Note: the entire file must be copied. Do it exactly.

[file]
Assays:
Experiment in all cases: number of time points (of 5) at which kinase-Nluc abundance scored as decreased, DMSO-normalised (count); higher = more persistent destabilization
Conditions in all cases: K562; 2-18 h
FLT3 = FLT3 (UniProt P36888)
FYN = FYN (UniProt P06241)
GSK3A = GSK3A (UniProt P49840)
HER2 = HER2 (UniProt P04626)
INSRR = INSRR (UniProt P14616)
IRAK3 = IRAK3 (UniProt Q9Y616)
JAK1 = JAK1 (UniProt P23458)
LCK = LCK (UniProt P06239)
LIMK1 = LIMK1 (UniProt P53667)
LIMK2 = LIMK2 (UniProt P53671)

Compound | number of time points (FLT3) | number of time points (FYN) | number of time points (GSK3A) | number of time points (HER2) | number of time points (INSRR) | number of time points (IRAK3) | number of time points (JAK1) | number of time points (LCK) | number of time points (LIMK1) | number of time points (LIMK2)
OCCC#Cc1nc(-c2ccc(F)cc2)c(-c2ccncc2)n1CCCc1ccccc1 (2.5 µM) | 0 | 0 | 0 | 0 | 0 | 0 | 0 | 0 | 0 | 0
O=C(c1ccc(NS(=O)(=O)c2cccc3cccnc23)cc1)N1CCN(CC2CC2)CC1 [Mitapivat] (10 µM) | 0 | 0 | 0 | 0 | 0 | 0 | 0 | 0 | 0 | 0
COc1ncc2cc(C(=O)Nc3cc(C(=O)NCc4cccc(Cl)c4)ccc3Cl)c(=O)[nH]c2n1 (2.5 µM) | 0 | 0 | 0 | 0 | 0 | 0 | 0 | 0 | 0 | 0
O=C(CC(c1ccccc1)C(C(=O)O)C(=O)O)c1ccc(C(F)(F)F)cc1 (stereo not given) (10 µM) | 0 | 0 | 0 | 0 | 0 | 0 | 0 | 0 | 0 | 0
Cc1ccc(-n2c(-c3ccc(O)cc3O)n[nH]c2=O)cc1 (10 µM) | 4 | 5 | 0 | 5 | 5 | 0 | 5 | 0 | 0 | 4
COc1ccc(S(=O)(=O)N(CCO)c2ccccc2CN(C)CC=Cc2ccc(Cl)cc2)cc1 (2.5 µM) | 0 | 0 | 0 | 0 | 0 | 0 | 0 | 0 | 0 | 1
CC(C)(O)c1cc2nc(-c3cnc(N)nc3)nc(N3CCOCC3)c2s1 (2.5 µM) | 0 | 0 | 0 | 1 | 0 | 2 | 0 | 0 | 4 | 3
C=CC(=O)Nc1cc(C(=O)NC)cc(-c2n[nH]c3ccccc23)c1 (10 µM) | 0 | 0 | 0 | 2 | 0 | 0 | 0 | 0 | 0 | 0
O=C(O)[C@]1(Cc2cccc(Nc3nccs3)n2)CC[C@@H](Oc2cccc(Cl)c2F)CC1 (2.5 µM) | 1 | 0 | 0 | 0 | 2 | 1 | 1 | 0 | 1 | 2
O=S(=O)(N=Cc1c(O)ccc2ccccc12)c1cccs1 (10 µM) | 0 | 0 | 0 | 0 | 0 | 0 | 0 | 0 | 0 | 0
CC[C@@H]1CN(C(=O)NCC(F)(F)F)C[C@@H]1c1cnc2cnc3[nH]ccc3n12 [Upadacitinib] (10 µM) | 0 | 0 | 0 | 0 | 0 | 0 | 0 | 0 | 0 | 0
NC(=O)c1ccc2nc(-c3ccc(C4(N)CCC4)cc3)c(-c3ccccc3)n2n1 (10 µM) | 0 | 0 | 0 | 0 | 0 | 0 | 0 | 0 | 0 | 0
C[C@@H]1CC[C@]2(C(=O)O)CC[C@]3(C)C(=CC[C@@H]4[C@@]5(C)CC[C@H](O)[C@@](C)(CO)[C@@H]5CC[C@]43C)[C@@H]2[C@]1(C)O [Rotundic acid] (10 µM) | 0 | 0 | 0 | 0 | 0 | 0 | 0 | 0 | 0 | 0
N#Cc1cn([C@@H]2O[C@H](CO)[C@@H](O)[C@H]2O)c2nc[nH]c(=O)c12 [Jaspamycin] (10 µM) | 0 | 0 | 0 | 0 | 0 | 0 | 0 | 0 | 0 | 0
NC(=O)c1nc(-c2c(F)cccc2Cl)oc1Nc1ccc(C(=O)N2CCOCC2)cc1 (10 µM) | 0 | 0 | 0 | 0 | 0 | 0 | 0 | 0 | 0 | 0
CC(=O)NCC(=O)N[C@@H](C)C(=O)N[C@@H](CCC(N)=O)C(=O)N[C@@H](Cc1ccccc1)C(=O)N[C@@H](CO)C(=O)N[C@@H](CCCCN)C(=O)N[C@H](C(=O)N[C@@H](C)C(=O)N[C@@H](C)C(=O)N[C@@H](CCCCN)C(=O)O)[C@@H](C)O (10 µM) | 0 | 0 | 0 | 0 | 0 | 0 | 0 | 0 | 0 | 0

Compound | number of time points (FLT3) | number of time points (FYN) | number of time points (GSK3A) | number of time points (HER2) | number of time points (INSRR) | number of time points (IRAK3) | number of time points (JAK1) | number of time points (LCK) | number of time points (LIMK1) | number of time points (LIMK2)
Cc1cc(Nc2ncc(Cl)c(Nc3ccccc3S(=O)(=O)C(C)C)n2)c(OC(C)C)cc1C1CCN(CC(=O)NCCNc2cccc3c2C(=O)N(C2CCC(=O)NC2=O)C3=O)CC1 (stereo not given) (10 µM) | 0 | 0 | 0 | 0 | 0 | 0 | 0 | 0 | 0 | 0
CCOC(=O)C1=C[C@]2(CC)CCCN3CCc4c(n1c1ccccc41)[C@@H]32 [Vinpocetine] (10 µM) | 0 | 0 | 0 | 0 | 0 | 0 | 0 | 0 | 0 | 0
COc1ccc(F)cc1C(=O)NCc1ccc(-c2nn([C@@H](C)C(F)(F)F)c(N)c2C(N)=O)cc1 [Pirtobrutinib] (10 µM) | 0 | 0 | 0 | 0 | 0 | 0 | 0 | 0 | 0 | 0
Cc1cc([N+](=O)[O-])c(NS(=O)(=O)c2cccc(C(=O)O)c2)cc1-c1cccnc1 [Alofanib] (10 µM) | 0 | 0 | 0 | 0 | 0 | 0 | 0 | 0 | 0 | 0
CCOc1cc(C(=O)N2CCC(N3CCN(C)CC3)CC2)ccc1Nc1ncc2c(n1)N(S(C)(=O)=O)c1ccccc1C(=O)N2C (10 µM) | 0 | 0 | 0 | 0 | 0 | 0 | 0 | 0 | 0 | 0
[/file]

Assays:
Experiment in all cases: number of time points (of 5) at which kinase-Nluc abundance scored as decreased, DMSO-normalised (count); higher = more persistent destabilization
Conditions in all cases: K562; 2-18 h
FLT3 = FLT3 (UniProt P36888)
FYN = FYN (UniProt P06241)
GSK3A = GSK3A (UniProt P49840)
HER2 = HER2 (UniProt P04626)
INSRR = INSRR (UniProt P14616)
IRAK3 = IRAK3 (UniProt Q9Y616)
JAK1 = JAK1 (UniProt P23458)
LCK = LCK (UniProt P06239)
LIMK1 = LIMK1 (UniProt P53667)
LIMK2 = LIMK2 (UniProt P53671)

Compound | number of time points (FLT3) | number of time points (FYN) | number of time points (GSK3A) | number of time points (HER2) | number of time points (INSRR) | number of time points (IRAK3) | number of time points (JAK1) | number of time points (LCK) | number of time points (LIMK1) | number of time points (LIMK2)
OCCC#Cc1nc(-c2ccc(F)cc2)c(-c2ccncc2)n1CCCc1ccccc1 (2.5 µM) | 0 | 0 | 0 | 0 | 0 | 0 | 0 | 0 | 0 | 0
O=C(c1ccc(NS(=O)(=O)c2cccc3cccnc23)cc1)N1CCN(CC2CC2)CC1 [Mitapivat] (10 µM) | 0 | 0 | 0 | 0 | 0 | 0 | 0 | 0 | 0 | 0
COc1ncc2cc(C(=O)Nc3cc(C(=O)NCc4cccc(Cl)c4)ccc3Cl)c(=O)[nH]c2n1 (2.5 µM) | 0 | 0 | 0 | 0 | 0 | 0 | 0 | 0 | 0 | 0
O=C(CC(c1ccccc1)C(C(=O)O)C(=O)O)c1ccc(C(F)(F)F)cc1 (stereo not given) (10 µM) | 0 | 0 | 0 | 0 | 0 | 0 | 0 | 0 | 0 | 0
Cc1ccc(-n2c(-c3ccc(O)cc3O)n[nH]c2=O)cc1 (10 µM) | 4 | 5 | 0 | 5 | 5 | 0 | 5 | 0 | 0 | 4
COc1ccc(S(=O)(=O)N(CCO)c2ccccc2CN(C)CC=Cc2ccc(Cl)cc2)cc1 (2.5 µM) | 0 | 0 | 0 | 0 | 0 | 0 | 0 | 0 | 0 | 1
CC(C)(O)c1cc2nc(-c3cnc(N)nc3)nc(N3CCOCC3)c2s1 (2.5 µM) | 0 | 0 | 0 | 1 | 0 | 2 | 0 | 0 | 4 | 3
C=CC(=O)Nc1cc(C(=O)NC)cc(-c2n[nH]c3ccccc23)c1 (10 µM) | 0 | 0 | 0 | 2 | 0 | 0 | 0 | 0 | 0 | 0
O=C(O)[C@]1(Cc2cccc(Nc3nccs3)n2)CC[C@@H](Oc2cccc(Cl)c2F)CC1 (2.5 µM) | 1 | 0 | 0 | 0 | 2 | 1 | 1 | 0 | 1 | 2
O=S(=O)(N=Cc1c(O)ccc2ccccc12)c1cccs1 (10 µM) | 0 | 0 | 0 | 0 | 0 | 0 | 0 | 0 | 0 | 0
CC[C@@H]1CN(C(=O)NCC(F)(F)F)C[C@@H]1c1cnc2cnc3[nH]ccc3n12 [Upadacitinib] (10 µM) | 0 | 0 | 0 | 0 | 0 | 0 | 0 | 0 | 0 | 0
NC(=O)c1ccc2nc(-c3ccc(C4(N)CCC4)cc3)c(-c3ccccc3)n2n1 (10 µM) | 0 | 0 | 0 | 0 | 0 | 0 | 0 | 0 | 0 | 0
C[C@@H]1CC[C@]2(C(=O)O)CC[C@]3(C)C(=CC[C@@H]4[C@@]5(C)CC[C@H](O)[C@@](C)(CO)[C@@H]5CC[C@]43C)[C@@H]2[C@]1(C)O [Rotundic acid] (10 µM) | 0 | 0 | 0 | 0 | 0 | 0 | 0 | 0 | 0 | 0
N#Cc1cn([C@@H]2O[C@H](CO)[C@@H](O)[C@H]2O)c2nc[nH]c(=O)c12 [Jaspamycin] (10 µM) | 0 | 0 | 0 | 0 | 0 | 0 | 0 | 0 | 0 | 0
NC(=O)c1nc(-c2c(F)cccc2Cl)oc1Nc1ccc(C(=O)N2CCOCC2)cc1 (10 µM) | 0 | 0 | 0 | 0 | 0 | 0 | 0 | 0 | 0 | 0
CC(=O)NCC(=O)N[C@@H](C)C(=O)N[C@@H](CCC(N)=O)C(=O)N[C@@H](Cc1ccccc1)C(=O)N[C@@H](CO)C(=O)N[C@@H](CCCCN)C(=O)N[C@H](C(=O)N[C@@H](C)C(=O)N[C@@H](C)C(=O)N[C@@H](CCCCN)C(=O)O)[C@@H](C)O (10 µM) | 0 | 0 | 0 | 0 | 0 | 0 | 0 | 0 | 0 | 0

Compound | number of time points (FLT3) | number of time points (FYN) | number of time points (GSK3A) | number of time points (HER2) | number of time points (INSRR) | number of time points (IRAK3) | number of time points (JAK1) | number of time points (LCK) | number of time points (LIMK1) | number of time points (LIMK2)
Cc1cc(Nc2ncc(Cl)c(Nc3ccccc3S(=O)(=O)C(C)C)n2)c(OC(C)C)cc1C1CCN(CC(=O)NCCNc2cccc3c2C(=O)N(C2CCC(=O)NC2=O)C3=O)CC1 (stereo not given) (10 µM) | 0 | 0 | 0 | 0 | 0 | 0 | 0 | 0 | 0 | 0
CCOC(=O)C1=C[C@]2(CC)CCCN3CCc4c(n1c1ccccc41)[C@@H]32 [Vinpocetine] (10 µM) | 0 | 0 | 0 | 0 | 0 | 0 | 0 | 0 | 0 | 0
COc1ccc(F)cc1C(=O)NCc1ccc(-c2nn([C@@H](C)C(F)(F)F)c(N)c2C(N)=O)cc1 [Pirtobrutinib] (10 µM) | 0 | 0 | 0 | 0 | 0 | 0 | 0 | 0 | 0 | 0
Cc1cc([N+](=O)[O-])c(NS(=O)(=O)c2cccc(C(=O)O)c2)cc1-c1cccnc1 [Alofanib] (10 µM) | 0 | 0 | 0 | 0 | 0 | 0 | 0 | 0 | 0 | 0
CCOc1cc(C(=O)N2CCC(N3CCN(C)CC3)CC2)ccc1Nc1ncc2c(n1)N(S(C)(=O)=O)c1ccccc1C(=O)N2C (10 µM) | 0 | 0 | 0 | 0 | 0 | 0 | 0 | 0 | 0 | 0